In restoring the occlusion, it is fundamental to keep in mind that the masticatory system is constituted by different components such as occlusal interface, masticatory muscles, temporomandibular joints (TMJs) and nervous system (central and peripheral, motor and sensory). All the components can influence each other. This statement has two implications. First of all, a change in occlusion will have consequences on the rest of masticatory system that needs to be adapted. In physiological condition, the system has the ability to adapt to changes, like any other biological systems [11]. As dentists, we act on occlusion, but de facto, we act on the entire masticatory system. On the other hand, that means that alterations in one of the other components of the system may be pointed out as occlusal alteration. For example, in the case of muscle pain, it was shown that the distribution of occlusal contacts changes [12]. In that study, an experimental muscle pain was induced in masseter in healthy subjects. Even if the number of occlusal contacts did not change, the distribution did. After the pain resolution, the distribution of contacts returned to baseline. In other words, muscle pain (and, more generally, facial pain) influences muscle activity in a specific way, altering the position of the mandible and, as a consequence, the occlusion. This is consistent with the so‐called ‘pain‐adaptation model’ [13]. Accepting this model has important practical consequences, first of all, the end of ‘occlusal adjustment’ as therapy for muscle pain. For decades, in fact, it was assumed that the so‐called occlusal interferences were the most frequent cause of masticatory muscle pain: the masticatory muscles would be enrolled to eliminate the occlusal disturbances and this ‘hyperactivity’ would cause muscle pain. Of course, eliminating the occlusal interferences would stop the muscle activity and, so, the pain. On the contrary, as demonstrated, the ‘occlusal alterations’ can be the effect rather than the cause of muscle pain; touching the occlusion of a suffering patient may result in an irreversible and a useless damage. This aspect is confirmed also in treating patients with muscle pain; they often complain that their teeth ‘no longer fit together properly’ [14].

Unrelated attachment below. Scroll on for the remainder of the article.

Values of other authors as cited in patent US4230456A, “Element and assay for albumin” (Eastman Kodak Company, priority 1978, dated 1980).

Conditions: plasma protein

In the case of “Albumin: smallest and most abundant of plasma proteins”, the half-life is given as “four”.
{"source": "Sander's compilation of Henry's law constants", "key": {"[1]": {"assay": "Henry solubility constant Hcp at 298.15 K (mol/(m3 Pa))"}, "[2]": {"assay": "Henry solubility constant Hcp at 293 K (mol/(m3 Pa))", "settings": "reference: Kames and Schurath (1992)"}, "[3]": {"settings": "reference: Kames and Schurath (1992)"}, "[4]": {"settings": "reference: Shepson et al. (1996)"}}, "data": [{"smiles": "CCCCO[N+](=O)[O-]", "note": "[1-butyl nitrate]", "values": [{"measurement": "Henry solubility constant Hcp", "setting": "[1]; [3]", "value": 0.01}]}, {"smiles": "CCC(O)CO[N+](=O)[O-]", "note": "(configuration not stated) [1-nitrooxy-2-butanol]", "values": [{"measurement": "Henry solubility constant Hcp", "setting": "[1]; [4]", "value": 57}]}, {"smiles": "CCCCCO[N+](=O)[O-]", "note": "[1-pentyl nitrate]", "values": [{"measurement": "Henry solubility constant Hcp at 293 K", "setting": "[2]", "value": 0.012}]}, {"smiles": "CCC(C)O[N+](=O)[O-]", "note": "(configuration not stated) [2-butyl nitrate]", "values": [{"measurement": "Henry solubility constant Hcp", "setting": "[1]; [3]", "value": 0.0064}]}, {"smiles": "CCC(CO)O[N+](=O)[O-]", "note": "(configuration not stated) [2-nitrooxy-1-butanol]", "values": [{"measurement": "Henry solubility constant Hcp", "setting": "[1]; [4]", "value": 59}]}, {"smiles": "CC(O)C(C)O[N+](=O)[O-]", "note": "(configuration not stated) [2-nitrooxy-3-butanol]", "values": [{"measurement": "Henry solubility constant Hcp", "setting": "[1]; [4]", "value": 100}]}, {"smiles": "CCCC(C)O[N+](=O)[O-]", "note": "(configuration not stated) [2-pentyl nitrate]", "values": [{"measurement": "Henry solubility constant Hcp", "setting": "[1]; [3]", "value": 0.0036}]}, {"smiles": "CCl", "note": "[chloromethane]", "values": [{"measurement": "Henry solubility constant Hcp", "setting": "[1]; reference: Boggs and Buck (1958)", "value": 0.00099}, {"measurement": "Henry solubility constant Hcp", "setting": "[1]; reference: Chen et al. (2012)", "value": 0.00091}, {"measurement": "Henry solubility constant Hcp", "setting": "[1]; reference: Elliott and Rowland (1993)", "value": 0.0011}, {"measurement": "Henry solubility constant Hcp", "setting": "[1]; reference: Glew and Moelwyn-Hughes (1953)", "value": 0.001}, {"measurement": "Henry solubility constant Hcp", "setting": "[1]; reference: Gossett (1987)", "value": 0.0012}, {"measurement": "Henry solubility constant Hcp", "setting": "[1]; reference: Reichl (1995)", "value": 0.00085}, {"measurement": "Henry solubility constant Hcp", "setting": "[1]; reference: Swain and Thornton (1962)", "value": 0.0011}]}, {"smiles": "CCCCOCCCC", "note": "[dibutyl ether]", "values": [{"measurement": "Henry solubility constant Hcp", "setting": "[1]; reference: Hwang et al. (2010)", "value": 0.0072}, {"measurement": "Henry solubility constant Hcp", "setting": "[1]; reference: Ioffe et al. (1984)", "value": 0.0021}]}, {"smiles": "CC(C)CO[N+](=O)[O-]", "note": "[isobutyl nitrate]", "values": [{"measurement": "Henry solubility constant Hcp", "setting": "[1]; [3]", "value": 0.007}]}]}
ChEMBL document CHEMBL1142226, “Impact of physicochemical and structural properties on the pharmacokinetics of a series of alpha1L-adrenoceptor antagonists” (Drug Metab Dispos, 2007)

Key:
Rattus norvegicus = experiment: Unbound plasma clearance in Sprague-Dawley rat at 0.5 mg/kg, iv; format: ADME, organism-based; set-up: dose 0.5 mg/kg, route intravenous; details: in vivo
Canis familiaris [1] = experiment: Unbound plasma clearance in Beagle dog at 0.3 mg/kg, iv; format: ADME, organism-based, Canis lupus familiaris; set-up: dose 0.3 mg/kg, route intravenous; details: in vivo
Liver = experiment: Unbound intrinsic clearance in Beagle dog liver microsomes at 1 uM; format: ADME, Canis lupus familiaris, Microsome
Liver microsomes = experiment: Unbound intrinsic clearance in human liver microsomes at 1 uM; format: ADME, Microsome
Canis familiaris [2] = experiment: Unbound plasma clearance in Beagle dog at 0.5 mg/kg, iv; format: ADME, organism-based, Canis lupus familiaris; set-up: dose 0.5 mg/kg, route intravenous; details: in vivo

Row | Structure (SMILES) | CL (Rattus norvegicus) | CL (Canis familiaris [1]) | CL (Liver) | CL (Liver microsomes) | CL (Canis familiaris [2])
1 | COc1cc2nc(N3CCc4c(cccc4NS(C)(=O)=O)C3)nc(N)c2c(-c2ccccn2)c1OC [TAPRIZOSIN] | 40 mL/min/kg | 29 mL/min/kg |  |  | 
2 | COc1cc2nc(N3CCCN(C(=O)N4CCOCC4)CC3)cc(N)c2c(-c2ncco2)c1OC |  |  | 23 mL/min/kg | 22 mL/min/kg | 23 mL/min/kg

The second clinical implication regards the establishing of intermaxillary relationship; to correctly establish the position during rehabilitation, the masticatory system is needed not to be in pain. Otherwise, the pain would alter the muscle activity and, consequently, the jaw position, leading to an error in the choice of horizontal relationship (see below). This may happen regardless of the technique used to achieve the centric position. Obrez and Stohler [15] found a difference in the position of the apex of the Gothic arch (i.e. the centric position) before and after a muscle pain was experimental induced in the masseter. The difference disappeared after the pain resolution. So, any registration of maxillomandibular relationship, and thus any occlusal rehabilitation, cannot be achieved until the pain condition has been resolved.

Also, an alteration at TMJ level may be firstly seen at occlusal level. In the case of TMJ inflammation, a swelling of synovial space may occur, resulting in the excessive intracapsular fluid. This phenomenon may cause a so‐called acute malocclusion, which is a premature contact of anterior teeth with disclusion of the posterior teeth [16]. The malocclusion disappears after resolution of TMJ inflammation. Also, chronic pathologies affecting TMJ may lead to secondary malocclusion, though it develops slowly and can be easily underestimated. Such a scenario happened in a patient suffering of systemic rheumatoid arthritis with a bilateral TMJ involvement. The massive erosion of both mandibular condyles leads to a secondary, progressive anterior open bite (Figure 5).

Figure 5.

Anterior open bite due to degenerative arthritis of mandibular condyles.

The following case represents the best example of the diagnostic error that may result from looking just at the occlusion, forgetting the other components of the masticatory system. The patient showed a facial asymmetry with a left cross‐bite (Figure 6). Many clinicians proposed to him to orthodontically and/or orthodontically correct the cross‐bite. The clinical examination showed left buccal wear facets that were incompatible with the cross‐bite. Dental casts were able to get the maximum intercuspation, so an obstacle in the contralateral TMJ was hypothesized. Indeed CT exam showed a mass in the right TMJ (Figure 7). The histological examination resulted in osteoma of the glenoid fossa that was surgically removed restoring the occlusion without any other occlusal therapy (Figure 8) [17]. The former was certainly an extreme case, but it suggests that a joint problem may cause an altered centric. So it is always necessary to evaluate not only masticatory muscles but also TMJs. More extensively, whenever you need to completely rehabilitate the occlusion, it is an essential overall assessment of the masticatory system and not only of the dental condition.

Figure 6.

Left cross bite.

Figure 7.